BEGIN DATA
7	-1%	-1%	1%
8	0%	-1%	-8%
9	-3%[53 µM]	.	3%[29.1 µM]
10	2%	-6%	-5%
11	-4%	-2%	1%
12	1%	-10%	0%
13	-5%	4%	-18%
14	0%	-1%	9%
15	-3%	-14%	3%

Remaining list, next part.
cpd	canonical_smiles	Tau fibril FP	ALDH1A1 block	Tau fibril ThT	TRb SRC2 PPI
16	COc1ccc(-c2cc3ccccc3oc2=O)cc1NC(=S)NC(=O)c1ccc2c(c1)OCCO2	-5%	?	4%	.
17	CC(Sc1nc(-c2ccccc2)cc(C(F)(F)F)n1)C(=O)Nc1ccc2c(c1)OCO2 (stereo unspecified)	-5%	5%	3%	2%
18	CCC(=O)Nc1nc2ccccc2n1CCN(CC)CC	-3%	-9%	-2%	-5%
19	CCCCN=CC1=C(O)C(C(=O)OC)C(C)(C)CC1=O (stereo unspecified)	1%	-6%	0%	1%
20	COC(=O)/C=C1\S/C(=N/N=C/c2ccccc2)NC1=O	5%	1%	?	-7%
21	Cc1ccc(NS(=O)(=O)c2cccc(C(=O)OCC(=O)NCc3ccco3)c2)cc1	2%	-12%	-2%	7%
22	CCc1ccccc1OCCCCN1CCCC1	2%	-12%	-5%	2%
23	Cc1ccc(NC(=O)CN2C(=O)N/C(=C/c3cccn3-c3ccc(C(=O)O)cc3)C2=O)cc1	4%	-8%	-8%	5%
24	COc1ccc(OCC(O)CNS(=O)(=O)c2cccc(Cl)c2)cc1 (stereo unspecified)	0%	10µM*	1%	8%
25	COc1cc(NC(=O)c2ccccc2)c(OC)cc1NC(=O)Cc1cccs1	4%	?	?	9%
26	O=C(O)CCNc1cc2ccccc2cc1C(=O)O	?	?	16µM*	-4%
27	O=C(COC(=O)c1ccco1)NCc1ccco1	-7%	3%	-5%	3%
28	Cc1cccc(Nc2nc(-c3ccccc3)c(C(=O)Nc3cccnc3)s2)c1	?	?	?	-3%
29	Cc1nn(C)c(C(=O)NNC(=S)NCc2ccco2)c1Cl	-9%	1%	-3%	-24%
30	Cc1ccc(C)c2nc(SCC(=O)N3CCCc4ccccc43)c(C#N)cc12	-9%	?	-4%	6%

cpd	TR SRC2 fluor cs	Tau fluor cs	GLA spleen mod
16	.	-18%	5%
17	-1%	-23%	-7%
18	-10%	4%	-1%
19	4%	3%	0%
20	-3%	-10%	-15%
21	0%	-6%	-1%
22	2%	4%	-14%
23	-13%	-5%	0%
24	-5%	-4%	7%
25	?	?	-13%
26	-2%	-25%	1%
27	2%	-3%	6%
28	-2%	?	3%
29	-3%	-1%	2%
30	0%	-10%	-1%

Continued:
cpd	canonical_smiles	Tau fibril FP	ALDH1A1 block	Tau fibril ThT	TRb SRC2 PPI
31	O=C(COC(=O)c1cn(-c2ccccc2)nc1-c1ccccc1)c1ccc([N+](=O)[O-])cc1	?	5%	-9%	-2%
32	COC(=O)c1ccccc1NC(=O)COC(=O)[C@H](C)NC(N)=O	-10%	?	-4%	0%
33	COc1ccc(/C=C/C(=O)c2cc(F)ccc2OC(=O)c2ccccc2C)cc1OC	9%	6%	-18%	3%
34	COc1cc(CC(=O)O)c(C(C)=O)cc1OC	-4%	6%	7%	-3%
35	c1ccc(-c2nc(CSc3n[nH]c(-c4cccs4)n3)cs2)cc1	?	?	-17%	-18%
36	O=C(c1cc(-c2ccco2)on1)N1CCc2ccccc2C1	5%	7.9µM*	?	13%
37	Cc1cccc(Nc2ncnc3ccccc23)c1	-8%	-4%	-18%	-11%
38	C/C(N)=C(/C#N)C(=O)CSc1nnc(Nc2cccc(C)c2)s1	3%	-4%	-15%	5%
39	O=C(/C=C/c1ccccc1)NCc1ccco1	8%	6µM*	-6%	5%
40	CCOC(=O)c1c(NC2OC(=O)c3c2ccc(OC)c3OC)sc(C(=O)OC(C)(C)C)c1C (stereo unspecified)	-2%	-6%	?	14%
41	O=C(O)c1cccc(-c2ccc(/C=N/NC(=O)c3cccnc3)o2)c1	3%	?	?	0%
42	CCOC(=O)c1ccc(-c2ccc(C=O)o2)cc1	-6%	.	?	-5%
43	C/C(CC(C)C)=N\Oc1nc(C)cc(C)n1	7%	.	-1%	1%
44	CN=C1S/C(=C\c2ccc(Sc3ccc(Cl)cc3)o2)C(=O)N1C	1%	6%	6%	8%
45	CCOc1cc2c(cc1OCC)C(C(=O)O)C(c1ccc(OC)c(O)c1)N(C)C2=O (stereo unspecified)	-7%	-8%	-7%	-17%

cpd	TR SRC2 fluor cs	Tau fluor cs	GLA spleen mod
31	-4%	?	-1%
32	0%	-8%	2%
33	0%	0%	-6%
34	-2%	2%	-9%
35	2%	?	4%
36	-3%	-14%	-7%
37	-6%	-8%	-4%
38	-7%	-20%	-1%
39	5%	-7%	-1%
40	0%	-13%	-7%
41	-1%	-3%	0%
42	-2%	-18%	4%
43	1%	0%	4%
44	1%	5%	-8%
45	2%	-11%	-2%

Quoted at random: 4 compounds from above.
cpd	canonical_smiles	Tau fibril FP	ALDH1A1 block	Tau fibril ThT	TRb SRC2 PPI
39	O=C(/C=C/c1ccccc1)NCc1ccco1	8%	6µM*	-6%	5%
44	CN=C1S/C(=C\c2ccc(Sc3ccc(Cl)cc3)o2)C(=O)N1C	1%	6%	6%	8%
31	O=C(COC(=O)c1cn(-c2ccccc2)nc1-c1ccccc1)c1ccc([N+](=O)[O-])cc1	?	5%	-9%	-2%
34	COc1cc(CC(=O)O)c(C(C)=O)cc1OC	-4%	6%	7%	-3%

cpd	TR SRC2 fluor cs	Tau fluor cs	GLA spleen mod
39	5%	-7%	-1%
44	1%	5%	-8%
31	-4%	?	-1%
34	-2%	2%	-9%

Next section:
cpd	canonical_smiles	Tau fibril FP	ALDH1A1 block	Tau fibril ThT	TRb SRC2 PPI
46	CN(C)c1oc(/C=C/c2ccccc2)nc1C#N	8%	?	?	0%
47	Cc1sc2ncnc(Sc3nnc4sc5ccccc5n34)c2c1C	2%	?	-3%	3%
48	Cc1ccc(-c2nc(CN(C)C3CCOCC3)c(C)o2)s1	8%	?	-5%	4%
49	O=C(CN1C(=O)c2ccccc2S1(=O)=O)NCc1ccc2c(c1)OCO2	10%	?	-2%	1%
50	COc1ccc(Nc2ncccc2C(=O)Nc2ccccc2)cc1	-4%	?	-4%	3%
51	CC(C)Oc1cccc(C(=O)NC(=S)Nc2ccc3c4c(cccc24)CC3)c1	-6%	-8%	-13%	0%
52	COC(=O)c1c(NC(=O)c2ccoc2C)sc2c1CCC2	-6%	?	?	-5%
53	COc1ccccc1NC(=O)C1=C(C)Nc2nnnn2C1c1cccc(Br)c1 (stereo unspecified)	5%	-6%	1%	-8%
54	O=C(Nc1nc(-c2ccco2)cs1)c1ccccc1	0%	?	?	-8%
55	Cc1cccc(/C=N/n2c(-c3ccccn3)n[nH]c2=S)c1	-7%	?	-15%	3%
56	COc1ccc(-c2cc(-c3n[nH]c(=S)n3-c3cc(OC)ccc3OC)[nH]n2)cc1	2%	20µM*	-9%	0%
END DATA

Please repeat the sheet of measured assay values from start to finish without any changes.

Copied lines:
7	-1%	-1%	1%
8	0%	-1%	-8%
9	-3%[53 µM]	.	3%[29.1 µM]
10	2%	-6%	-5%
11	-4%	-2%	1%
12	1%	-10%	0%
13	-5%	4%	-18%
14	0%	-1%	9%
15	-3%	-14%	3%

Remaining list, next part.
cpd	canonical_smiles	Tau fibril FP	ALDH1A1 block	Tau fibril ThT	TRb SRC2 PPI
16	COc1ccc(-c2cc3ccccc3oc2=O)cc1NC(=S)NC(=O)c1ccc2c(c1)OCCO2	-5%	?	4%	.
17	CC(Sc1nc(-c2ccccc2)cc(C(F)(F)F)n1)C(=O)Nc1ccc2c(c1)OCO2 (stereo unspecified)	-5%	5%	3%	2%
18	CCC(=O)Nc1nc2ccccc2n1CCN(CC)CC	-3%	-9%	-2%	-5%
19	CCCCN=CC1=C(O)C(C(=O)OC)C(C)(C)CC1=O (stereo unspecified)	1%	-6%	0%	1%
20	COC(=O)/C=C1\S/C(=N/N=C/c2ccccc2)NC1=O	5%	1%	?	-7%
21	Cc1ccc(NS(=O)(=O)c2cccc(C(=O)OCC(=O)NCc3ccco3)c2)cc1	2%	-12%	-2%	7%
22	CCc1ccccc1OCCCCN1CCCC1	2%	-12%	-5%	2%
23	Cc1ccc(NC(=O)CN2C(=O)N/C(=C/c3cccn3-c3ccc(C(=O)O)cc3)C2=O)cc1	4%	-8%	-8%	5%
24	COc1ccc(OCC(O)CNS(=O)(=O)c2cccc(Cl)c2)cc1 (stereo unspecified)	0%	10µM*	1%	8%
25	COc1cc(NC(=O)c2ccccc2)c(OC)cc1NC(=O)Cc1cccs1	4%	?	?	9%
26	O=C(O)CCNc1cc2ccccc2cc1C(=O)O	?	?	16µM*	-4%
27	O=C(COC(=O)c1ccco1)NCc1ccco1	-7%	3%	-5%	3%
28	Cc1cccc(Nc2nc(-c3ccccc3)c(C(=O)Nc3cccnc3)s2)c1	?	?	?	-3%
29	Cc1nn(C)c(C(=O)NNC(=S)NCc2ccco2)c1Cl	-9%	1%	-3%	-24%
30	Cc1ccc(C)c2nc(SCC(=O)N3CCCc4ccccc43)c(C#N)cc12	-9%	?	-4%	6%

cpd	TR SRC2 fluor cs	Tau fluor cs	GLA spleen mod
16	.	-18%	5%
17	-1%	-23%	-7%
18	-10%	4%	-1%
19	4%	3%	0%
20	-3%	-10%	-15%
21	0%	-6%	-1%
22	2%	4%	-14%
23	-13%	-5%	0%
24	-5%	-4%	7%
25	?	?	-13%
26	-2%	-25%	1%
27	2%	-3%	6%
28	-2%	?	3%
29	-3%	-1%	2%
30	0%	-10%	-1%

Continued:
cpd	canonical_smiles	Tau fibril FP	ALDH1A1 block	Tau fibril ThT	TRb SRC2 PPI
31	O=C(COC(=O)c1cn(-c2ccccc2)nc1-c1ccccc1)c1ccc([N+](=O)[O-])cc1	?	5%	-9%	-2%
32	COC(=O)c1ccccc1NC(=O)COC(=O)[C@H](C)NC(N)=O	-10%	?	-4%	0%
33	COc1ccc(/C=C/C(=O)c2cc(F)ccc2OC(=O)c2ccccc2C)cc1OC	9%	6%	-18%	3%
34	COc1cc(CC(=O)O)c(C(C)=O)cc1OC	-4%	6%	7%	-3%
35	c1ccc(-c2nc(CSc3n[nH]c(-c4cccs4)n3)cs2)cc1	?	?	-17%	-18%
36	O=C(c1cc(-c2ccco2)on1)N1CCc2ccccc2C1	5%	7.9µM*	?	13%
37	Cc1cccc(Nc2ncnc3ccccc23)c1	-8%	-4%	-18%	-11%
38	C/C(N)=C(/C#N)C(=O)CSc1nnc(Nc2cccc(C)c2)s1	3%	-4%	-15%	5%
39	O=C(/C=C/c1ccccc1)NCc1ccco1	8%	6µM*	-6%	5%
40	CCOC(=O)c1c(NC2OC(=O)c3c2ccc(OC)c3OC)sc(C(=O)OC(C)(C)C)c1C (stereo unspecified)	-2%	-6%	?	14%
41	O=C(O)c1cccc(-c2ccc(/C=N/NC(=O)c3cccnc3)o2)c1	3%	?	?	0%
42	CCOC(=O)c1ccc(-c2ccc(C=O)o2)cc1	-6%	.	?	-5%
43	C/C(CC(C)C)=N\Oc1nc(C)cc(C)n1	7%	.	-1%	1%
44	CN=C1S/C(=C\c2ccc(Sc3ccc(Cl)cc3)o2)C(=O)N1C	1%	6%	6%	8%
45	CCOc1cc2c(cc1OCC)C(C(=O)O)C(c1ccc(OC)c(O)c1)N(C)C2=O (stereo unspecified)	-7%	-8%	-7%	-17%

cpd	TR SRC2 fluor cs	Tau fluor cs	GLA spleen mod
31	-4%	?	-1%
32	0%	-8%	2%
33	0%	0%	-6%
34	-2%	2%	-9%
35	2%	?	4%
36	-3%	-14%	-7%
37	-6%	-8%	-4%
38	-7%	-20%	-1%
39	5%	-7%	-1%
40	0%	-13%	-7%
41	-1%	-3%	0%
42	-2%	-18%	4%
43	1%	0%	4%
44	1%	5%	-8%
45	2%	-11%	-2%

Quoted at random: 4 compounds from above.
cpd	canonical_smiles	Tau fibril FP	ALDH1A1 block	Tau fibril ThT	TRb SRC2 PPI
39	O=C(/C=C/c1ccccc1)NCc1ccco1	8%	6µM*	-6%	5%
44	CN=C1S/C(=C\c2ccc(Sc3ccc(Cl)cc3)o2)C(=O)N1C	1%	6%	6%	8%
31	O=C(COC(=O)c1cn(-c2ccccc2)nc1-c1ccccc1)c1ccc([N+](=O)[O-])cc1	?	5%	-9%	-2%
34	COc1cc(CC(=O)O)c(C(C)=O)cc1OC	-4%	6%	7%	-3%

cpd	TR SRC2 fluor cs	Tau fluor cs	GLA spleen mod
39	5%	-7%	-1%
44	1%	5%	-8%
31	-4%	?	-1%
34	-2%	2%	-9%

Next section:
cpd	canonical_smiles	Tau fibril FP	ALDH1A1 block	Tau fibril ThT	TRb SRC2 PPI
46	CN(C)c1oc(/C=C/c2ccccc2)nc1C#N	8%	?	?	0%
47	Cc1sc2ncnc(Sc3nnc4sc5ccccc5n34)c2c1C	2%	?	-3%	3%
48	Cc1ccc(-c2nc(CN(C)C3CCOCC3)c(C)o2)s1	8%	?	-5%	4%
49	O=C(CN1C(=O)c2ccccc2S1(=O)=O)NCc1ccc2c(c1)OCO2	10%	?	-2%	1%
50	COc1ccc(Nc2ncccc2C(=O)Nc2ccccc2)cc1	-4%	?	-4%	3%
51	CC(C)Oc1cccc(C(=O)NC(=S)Nc2ccc3c4c(cccc24)CC3)c1	-6%	-8%	-13%	0%
52	COC(=O)c1c(NC(=O)c2ccoc2C)sc2c1CCC2	-6%	?	?	-5%
53	COc1ccccc1NC(=O)C1=C(C)Nc2nnnn2C1c1cccc(Br)c1 (stereo unspecified)	5%	-6%	1%	-8%
54	O=C(Nc1nc(-c2ccco2)cs1)c1ccccc1	0%	?	?	-8%
55	Cc1cccc(/C=N/n2c(-c3ccccn3)n[nH]c2=S)c1	-7%	?	-15%	3%
56	COc1ccc(-c2cc(-c3n[nH]c(=S)n3-c3cc(OC)ccc3OC)[nH]n2)cc1	2%	20µM*	-9%	0%